Nebraska Center for Writers

Chimney Rock What the Critics Say
About Stephanie Kallos


Stephanie Kallos, daughter of Lincolnites Greg and Dorie Kallos, spent 20 years in theater before turning to fiction. Her wonderful debut novel, a fine book club choice, is making a splash. Reclusive 76-year-old Margaret lives in a house full of priceless antiques with a shameful past. When a brain tumor is diagnosed she impulsively opens her lavish Seattle mansion to a boarder, a young woman with a broken heart. These two shattered women become a family, a family that grows and grows as the result of Margaret's released spirit and the healing that comes when she finds a way to make amends for terrible wrongs done by her father. This rewarding book, full of eccentric characters and broken hearts, ultimately shows us the splendor of mended spirits. Glorious. — Lee Booksellers

A dazzling mosaic of intersecting lives and fates...[A] multi-layered rhapsody ... Kallos has a rare, deft way with whimsy ... Comparisons to John Irving and Tennesse Williams would not be amiss in this show-stopping debut. — Kirkus Reviews

Stephanie Kallos' lovely and heartfelt first novel is a gift. A story of broken hearts and broken promises, it is also the story of the ways we put things back together messily, beautifully, and ultimately triumphantly. Kallos is a writer to watch, and one who, mercifully, still believes in happy endings. — Sheri Holman, author of The Mammoth Cheese

A wondrous tale people with quirky characters and implausible plot twists, but no cheap tricks. ... That's part of its charm. You read on because it works the way life works, in stops and starts, with dreams and memory competing with the day's reality. — Lincoln Journal Star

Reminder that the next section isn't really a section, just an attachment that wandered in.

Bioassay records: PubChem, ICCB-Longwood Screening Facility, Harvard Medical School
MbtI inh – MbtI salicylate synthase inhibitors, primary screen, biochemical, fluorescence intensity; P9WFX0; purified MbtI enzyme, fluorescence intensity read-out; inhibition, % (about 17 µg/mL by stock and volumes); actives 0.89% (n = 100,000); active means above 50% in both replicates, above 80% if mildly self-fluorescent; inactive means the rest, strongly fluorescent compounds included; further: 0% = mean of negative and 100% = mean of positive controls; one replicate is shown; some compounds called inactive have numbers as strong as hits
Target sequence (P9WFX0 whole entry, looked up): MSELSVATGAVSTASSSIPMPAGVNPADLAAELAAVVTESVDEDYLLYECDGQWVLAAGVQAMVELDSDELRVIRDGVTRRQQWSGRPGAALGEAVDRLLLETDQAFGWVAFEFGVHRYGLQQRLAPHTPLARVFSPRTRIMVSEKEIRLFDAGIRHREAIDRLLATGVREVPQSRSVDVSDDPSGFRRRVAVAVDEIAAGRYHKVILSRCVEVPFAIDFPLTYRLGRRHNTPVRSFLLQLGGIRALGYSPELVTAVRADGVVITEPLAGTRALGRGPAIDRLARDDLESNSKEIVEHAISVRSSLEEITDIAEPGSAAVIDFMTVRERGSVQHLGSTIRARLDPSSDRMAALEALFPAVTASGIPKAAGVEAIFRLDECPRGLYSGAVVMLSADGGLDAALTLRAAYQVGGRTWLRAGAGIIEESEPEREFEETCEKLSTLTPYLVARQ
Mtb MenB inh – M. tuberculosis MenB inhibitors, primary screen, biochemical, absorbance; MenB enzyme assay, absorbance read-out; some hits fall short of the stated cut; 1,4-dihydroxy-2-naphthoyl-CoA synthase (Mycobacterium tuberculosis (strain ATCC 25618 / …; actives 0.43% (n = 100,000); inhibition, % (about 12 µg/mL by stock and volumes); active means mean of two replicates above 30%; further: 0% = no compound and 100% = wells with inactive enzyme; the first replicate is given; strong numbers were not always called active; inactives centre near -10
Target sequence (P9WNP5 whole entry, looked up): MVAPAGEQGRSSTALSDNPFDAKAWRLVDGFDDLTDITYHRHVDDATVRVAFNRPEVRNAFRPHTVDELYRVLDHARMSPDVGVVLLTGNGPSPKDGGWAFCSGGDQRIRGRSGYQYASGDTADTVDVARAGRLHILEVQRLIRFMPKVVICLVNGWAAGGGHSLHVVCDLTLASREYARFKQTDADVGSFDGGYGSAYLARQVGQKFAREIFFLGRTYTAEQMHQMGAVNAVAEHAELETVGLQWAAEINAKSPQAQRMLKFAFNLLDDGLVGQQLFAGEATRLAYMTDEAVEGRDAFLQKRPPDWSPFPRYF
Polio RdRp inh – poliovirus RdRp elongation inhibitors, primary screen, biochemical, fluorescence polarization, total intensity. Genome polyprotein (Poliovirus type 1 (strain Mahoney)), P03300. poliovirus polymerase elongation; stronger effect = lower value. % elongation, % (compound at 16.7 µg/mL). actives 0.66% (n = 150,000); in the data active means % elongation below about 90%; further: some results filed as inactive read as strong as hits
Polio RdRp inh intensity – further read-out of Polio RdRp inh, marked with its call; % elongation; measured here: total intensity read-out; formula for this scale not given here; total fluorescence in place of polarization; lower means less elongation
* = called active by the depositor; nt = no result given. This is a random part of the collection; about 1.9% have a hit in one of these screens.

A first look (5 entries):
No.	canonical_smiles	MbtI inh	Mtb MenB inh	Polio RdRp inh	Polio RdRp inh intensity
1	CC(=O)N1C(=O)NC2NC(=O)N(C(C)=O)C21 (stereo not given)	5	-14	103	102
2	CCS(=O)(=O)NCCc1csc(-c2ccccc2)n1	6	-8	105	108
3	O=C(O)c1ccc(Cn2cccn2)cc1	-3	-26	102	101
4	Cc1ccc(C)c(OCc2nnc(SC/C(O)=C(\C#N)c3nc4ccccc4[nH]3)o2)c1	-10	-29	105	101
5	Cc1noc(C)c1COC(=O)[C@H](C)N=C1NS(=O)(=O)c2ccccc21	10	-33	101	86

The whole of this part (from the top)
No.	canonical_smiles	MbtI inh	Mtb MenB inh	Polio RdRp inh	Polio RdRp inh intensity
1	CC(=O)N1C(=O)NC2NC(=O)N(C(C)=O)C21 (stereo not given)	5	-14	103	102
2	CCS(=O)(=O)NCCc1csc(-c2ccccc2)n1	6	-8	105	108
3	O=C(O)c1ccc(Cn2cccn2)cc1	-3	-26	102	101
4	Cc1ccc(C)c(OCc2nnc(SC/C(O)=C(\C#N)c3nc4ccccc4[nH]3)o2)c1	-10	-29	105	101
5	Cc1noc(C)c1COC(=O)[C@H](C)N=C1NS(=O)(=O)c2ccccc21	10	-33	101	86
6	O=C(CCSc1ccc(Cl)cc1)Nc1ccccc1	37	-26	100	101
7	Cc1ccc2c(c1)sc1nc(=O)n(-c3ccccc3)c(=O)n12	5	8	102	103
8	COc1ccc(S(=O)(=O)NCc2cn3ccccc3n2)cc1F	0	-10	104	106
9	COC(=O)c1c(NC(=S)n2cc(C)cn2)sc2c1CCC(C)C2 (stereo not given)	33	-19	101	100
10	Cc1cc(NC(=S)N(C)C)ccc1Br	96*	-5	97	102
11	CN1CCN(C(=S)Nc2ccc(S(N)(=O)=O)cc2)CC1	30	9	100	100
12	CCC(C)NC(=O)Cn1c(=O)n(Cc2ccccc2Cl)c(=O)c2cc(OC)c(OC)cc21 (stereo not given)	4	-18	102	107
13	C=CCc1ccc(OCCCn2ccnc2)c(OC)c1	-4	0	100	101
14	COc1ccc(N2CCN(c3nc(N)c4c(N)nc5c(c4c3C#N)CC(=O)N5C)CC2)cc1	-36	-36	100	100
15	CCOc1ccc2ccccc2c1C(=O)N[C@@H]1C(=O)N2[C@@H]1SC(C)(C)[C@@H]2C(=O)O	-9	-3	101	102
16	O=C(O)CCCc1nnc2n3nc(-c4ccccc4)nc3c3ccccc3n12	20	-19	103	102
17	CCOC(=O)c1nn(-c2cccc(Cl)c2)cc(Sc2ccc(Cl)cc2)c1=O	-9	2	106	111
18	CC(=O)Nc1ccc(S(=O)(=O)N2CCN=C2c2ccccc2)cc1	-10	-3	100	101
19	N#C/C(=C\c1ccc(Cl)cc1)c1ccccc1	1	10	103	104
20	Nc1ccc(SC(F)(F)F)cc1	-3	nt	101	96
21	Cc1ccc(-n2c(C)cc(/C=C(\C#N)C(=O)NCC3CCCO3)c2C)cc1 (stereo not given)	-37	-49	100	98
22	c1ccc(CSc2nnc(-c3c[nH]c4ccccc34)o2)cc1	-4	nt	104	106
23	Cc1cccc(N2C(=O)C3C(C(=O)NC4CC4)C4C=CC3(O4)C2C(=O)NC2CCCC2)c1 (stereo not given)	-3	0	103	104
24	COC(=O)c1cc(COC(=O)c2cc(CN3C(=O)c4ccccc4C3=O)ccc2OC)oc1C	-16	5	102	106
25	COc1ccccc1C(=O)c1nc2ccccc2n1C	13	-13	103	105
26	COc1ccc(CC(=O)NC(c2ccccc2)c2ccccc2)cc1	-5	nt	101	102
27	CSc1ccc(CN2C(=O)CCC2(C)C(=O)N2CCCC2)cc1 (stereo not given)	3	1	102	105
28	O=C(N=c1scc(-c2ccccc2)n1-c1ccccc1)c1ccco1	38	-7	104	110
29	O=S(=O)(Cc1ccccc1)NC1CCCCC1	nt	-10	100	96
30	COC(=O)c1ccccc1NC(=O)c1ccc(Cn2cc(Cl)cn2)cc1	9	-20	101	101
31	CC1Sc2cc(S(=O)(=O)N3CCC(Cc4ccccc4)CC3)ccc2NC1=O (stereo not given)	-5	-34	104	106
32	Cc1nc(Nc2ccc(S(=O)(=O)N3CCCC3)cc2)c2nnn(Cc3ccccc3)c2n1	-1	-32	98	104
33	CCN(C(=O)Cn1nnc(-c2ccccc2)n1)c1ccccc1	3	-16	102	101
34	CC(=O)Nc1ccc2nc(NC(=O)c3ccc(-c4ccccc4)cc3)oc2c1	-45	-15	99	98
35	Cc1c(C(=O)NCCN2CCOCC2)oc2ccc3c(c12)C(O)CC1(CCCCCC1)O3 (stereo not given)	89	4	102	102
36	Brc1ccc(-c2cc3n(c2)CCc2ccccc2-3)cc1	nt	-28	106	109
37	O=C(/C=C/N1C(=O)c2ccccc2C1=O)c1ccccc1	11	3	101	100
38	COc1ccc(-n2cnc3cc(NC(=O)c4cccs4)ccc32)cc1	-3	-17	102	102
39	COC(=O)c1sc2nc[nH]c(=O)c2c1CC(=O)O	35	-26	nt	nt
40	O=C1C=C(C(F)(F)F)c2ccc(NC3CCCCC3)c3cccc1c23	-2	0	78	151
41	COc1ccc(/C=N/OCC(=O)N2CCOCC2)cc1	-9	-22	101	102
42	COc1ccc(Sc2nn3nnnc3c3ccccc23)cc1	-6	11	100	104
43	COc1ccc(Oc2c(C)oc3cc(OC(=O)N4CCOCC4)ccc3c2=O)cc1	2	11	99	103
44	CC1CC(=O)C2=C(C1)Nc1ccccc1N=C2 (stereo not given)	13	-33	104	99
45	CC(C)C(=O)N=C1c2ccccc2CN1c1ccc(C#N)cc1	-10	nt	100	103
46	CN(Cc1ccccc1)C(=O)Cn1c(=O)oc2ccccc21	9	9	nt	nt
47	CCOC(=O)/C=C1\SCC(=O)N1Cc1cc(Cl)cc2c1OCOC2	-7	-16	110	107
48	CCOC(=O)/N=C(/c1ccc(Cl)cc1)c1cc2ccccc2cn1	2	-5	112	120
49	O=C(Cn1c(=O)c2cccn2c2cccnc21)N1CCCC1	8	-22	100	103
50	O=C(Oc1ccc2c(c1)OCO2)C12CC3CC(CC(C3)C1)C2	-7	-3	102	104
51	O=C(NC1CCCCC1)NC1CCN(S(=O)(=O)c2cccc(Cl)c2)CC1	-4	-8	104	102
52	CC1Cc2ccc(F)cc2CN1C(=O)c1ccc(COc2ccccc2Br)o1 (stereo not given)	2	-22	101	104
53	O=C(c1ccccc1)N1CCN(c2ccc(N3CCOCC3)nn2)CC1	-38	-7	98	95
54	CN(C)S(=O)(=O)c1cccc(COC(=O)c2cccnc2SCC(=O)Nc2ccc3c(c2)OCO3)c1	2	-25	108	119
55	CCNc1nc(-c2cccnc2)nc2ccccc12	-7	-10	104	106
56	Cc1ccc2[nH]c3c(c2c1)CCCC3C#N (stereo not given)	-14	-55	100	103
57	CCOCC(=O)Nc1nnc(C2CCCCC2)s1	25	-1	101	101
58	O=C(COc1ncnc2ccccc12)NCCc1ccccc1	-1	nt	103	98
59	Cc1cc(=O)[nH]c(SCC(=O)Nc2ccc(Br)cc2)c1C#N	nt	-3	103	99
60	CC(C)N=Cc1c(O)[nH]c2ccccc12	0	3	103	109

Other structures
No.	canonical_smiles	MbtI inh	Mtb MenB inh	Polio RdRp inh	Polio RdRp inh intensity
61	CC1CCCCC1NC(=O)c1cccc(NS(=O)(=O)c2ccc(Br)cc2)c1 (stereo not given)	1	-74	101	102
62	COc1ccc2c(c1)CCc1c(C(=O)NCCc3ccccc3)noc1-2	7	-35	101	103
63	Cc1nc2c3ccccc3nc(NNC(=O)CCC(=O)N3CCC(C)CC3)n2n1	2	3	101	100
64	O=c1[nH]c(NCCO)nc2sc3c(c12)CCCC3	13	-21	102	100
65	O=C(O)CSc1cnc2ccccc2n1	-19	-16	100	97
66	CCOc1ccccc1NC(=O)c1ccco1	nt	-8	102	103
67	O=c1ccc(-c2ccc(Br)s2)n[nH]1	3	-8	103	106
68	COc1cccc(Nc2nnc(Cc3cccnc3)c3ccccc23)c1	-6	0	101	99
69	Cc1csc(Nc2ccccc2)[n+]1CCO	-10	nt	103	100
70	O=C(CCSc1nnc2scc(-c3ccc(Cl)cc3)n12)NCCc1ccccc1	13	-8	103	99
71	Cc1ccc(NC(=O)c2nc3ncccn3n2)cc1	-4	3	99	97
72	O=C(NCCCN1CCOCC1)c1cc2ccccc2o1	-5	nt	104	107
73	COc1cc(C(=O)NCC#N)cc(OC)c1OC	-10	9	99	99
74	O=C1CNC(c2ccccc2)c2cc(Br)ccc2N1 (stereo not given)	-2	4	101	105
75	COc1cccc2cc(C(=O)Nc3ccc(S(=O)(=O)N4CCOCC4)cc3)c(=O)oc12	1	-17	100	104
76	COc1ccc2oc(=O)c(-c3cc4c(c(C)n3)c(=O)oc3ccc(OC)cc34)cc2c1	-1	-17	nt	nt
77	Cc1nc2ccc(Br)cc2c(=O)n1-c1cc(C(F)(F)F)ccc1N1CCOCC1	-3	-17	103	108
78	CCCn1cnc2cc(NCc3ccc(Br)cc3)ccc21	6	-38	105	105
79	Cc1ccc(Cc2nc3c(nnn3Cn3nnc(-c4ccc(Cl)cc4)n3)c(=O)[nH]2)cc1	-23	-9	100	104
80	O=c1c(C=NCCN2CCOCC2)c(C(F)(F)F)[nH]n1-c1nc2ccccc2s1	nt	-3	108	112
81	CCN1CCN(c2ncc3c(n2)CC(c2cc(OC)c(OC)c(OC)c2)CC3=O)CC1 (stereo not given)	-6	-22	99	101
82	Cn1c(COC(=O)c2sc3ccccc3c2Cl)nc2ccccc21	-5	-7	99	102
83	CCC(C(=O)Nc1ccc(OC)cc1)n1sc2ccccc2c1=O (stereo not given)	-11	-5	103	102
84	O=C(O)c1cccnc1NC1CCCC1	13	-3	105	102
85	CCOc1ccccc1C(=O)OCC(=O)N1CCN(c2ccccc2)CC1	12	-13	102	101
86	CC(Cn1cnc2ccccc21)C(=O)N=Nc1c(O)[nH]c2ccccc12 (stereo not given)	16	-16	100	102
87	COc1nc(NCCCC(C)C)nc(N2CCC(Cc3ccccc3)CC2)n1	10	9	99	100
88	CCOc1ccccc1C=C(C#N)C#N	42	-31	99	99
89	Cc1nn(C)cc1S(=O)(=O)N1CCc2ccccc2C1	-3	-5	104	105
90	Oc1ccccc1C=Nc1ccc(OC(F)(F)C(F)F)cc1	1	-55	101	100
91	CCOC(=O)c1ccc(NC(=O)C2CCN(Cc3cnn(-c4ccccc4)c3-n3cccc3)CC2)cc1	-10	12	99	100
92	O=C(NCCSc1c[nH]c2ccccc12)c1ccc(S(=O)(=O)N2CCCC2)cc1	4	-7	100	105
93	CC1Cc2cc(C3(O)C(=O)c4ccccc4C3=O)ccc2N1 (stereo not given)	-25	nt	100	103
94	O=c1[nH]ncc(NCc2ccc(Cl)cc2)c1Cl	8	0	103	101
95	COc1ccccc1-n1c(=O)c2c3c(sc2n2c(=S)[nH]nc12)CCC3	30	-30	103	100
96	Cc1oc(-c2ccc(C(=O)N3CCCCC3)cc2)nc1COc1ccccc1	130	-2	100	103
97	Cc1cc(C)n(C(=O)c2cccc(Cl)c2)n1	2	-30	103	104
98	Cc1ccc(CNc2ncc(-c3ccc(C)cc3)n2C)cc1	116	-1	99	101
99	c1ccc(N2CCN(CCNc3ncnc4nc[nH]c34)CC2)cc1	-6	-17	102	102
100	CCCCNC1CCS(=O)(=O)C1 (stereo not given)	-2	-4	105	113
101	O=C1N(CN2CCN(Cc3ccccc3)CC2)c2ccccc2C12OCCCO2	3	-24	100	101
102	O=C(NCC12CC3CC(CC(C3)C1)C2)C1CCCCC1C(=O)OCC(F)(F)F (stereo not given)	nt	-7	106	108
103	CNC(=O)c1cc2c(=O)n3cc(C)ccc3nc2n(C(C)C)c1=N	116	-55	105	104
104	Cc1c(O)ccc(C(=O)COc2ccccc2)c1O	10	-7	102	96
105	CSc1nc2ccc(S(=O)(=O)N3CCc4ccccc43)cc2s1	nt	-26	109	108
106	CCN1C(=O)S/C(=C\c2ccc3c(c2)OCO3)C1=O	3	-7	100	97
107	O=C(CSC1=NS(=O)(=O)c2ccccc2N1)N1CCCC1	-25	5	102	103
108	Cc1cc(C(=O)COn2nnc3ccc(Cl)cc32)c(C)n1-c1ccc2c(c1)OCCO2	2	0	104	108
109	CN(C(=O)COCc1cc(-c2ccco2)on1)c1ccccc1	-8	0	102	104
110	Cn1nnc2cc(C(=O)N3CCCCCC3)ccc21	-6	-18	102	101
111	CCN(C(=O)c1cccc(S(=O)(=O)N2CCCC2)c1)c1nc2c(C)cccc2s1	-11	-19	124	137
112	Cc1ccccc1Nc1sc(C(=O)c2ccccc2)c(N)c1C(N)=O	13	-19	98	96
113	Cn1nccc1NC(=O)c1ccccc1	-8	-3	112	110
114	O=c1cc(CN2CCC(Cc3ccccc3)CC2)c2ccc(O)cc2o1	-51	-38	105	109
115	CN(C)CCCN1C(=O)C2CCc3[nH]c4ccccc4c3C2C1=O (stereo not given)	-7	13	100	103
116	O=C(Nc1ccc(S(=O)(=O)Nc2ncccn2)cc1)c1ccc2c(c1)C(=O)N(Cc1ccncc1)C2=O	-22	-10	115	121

Kallos's (Broken for You) enthralling second novel takes the reader by storm. ... Themes of family bonds and conflicts, secrets and sorrows also marked Kallos's debut, and this time she weaves in an idiosyncratic view of the role of the dead in the lives of the living, sharp takes on business, academic and sexual politics, and a palpable empathy for small Midwestern towns. This novel will find a welcome audience in anyone who has experienced grief, struggled with family ties or, most importantly, appreciates blossoming talent. — Publishers Weekly (starred review)

Sing Them Home ushers us into small-town life, with all its distinctive cultural nuances, eccentric personalities, and homegrown secrets. With the same beauty and lyricism of her first novel, Broken for You, Kallos stitches together a colorful patchwork of memories and images, creating a rich narrative fabric that develops and changes as it passes through each character's hands. — Booklist

[A] fresh, invigorating novel ... Kallos tenderly shows us [her characters'] failings as they stumble, in a realistic and satisfying manner, toward better selves. Highly recommended. — Library Journal (starred review)

Brilliant. ... A richly textured, deeply satisfying, and enduring read — a whirlwind of aching sadness, secret histories, sex that's by turns empty and angry and sloppy and transformative, moments of great sweetness and joy that are never saccharine, and ultimately, resolution and redemption that are well-earned and in no way false or forced. Before Sing Them Home, Kallos was already, arguably, the best first-novelist of the Aughts; now it's abundantly clear that she's becoming quite a bit more than that. — First Look Books blog

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Nebraska Center for Writers